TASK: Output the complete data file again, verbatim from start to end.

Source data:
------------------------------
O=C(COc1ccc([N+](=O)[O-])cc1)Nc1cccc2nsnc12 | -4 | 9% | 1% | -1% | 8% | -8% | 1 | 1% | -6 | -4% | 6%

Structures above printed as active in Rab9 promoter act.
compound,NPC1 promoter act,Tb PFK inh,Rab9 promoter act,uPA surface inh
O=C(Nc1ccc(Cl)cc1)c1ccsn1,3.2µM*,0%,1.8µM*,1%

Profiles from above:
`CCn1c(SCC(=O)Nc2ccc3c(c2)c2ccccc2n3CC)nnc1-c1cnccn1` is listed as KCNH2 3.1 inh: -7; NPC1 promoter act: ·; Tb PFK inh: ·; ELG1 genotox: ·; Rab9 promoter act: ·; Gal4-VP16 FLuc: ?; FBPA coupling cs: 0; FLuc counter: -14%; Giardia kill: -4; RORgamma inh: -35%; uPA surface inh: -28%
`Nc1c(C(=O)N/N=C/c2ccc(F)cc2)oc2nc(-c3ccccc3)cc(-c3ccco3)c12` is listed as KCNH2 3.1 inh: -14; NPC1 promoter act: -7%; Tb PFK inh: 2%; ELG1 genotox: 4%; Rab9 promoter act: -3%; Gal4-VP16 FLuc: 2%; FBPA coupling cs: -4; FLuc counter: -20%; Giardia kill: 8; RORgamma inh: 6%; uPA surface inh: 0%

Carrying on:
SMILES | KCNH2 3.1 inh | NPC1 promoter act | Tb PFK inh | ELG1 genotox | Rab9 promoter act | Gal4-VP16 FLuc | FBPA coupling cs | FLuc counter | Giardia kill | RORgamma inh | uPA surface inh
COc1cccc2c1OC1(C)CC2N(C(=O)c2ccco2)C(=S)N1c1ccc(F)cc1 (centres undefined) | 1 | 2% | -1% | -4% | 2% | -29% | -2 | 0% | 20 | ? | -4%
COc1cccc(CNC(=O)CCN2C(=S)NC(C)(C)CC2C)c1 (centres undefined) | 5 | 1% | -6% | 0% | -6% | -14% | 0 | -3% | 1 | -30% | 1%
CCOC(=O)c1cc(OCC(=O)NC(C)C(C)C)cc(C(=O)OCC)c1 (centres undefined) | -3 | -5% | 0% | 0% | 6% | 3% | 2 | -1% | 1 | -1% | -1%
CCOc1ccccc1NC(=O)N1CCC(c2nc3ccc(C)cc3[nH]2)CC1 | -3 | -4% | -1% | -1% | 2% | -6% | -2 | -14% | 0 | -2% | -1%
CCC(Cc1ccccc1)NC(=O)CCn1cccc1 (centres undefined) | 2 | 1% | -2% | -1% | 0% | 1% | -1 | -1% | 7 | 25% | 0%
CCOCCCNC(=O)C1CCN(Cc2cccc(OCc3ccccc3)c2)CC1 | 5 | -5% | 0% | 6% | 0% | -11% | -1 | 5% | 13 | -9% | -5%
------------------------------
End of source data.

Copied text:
O=C(COc1ccc([N+](=O)[O-])cc1)Nc1cccc2nsnc12 | -4 | 9% | 1% | -1% | 8% | -8% | 1 | 1% | -6 | -4% | 6%

Structures above printed as active in Rab9 promoter act.
compound,NPC1 promoter act,Tb PFK inh,Rab9 promoter act,uPA surface inh
O=C(Nc1ccc(Cl)cc1)c1ccsn1,3.2µM*,0%,1.8µM*,1%

Profiles from above:
`CCn1c(SCC(=O)Nc2ccc3c(c2)c2ccccc2n3CC)nnc1-c1cnccn1` is listed as KCNH2 3.1 inh: -7; NPC1 promoter act: ·; Tb PFK inh: ·; ELG1 genotox: ·; Rab9 promoter act: ·; Gal4-VP16 FLuc: ?; FBPA coupling cs: 0; FLuc counter: -14%; Giardia kill: -4; RORgamma inh: -35%; uPA surface inh: -28%
`Nc1c(C(=O)N/N=C/c2ccc(F)cc2)oc2nc(-c3ccccc3)cc(-c3ccco3)c12` is listed as KCNH2 3.1 inh: -14; NPC1 promoter act: -7%; Tb PFK inh: 2%; ELG1 genotox: 4%; Rab9 promoter act: -3%; Gal4-VP16 FLuc: 2%; FBPA coupling cs: -4; FLuc counter: -20%; Giardia kill: 8; RORgamma inh: 6%; uPA surface inh: 0%

Carrying on:
SMILES | KCNH2 3.1 inh | NPC1 promoter act | Tb PFK inh | ELG1 genotox | Rab9 promoter act | Gal4-VP16 FLuc | FBPA coupling cs | FLuc counter | Giardia kill | RORgamma inh | uPA surface inh
COc1cccc2c1OC1(C)CC2N(C(=O)c2ccco2)C(=S)N1c1ccc(F)cc1 (centres undefined) | 1 | 2% | -1% | -4% | 2% | -29% | -2 | 0% | 20 | ? | -4%
COc1cccc(CNC(=O)CCN2C(=S)NC(C)(C)CC2C)c1 (centres undefined) | 5 | 1% | -6% | 0% | -6% | -14% | 0 | -3% | 1 | -30% | 1%
CCOC(=O)c1cc(OCC(=O)NC(C)C(C)C)cc(C(=O)OCC)c1 (centres undefined) | -3 | -5% | 0% | 0% | 6% | 3% | 2 | -1% | 1 | -1% | -1%
CCOc1ccccc1NC(=O)N1CCC(c2nc3ccc(C)cc3[nH]2)CC1 | -3 | -4% | -1% | -1% | 2% | -6% | -2 | -14% | 0 | -2% | -1%
CCC(Cc1ccccc1)NC(=O)CCn1cccc1 (centres undefined) | 2 | 1% | -2% | -1% | 0% | 1% | -1 | -1% | 7 | 25% | 0%
CCOCCCNC(=O)C1CCN(Cc2cccc(OCc3ccccc3)c2)CC1 | 5 | -5% | 0% | 6% | 0% | -11% | -1 | 5% | 13 | -9% | -5%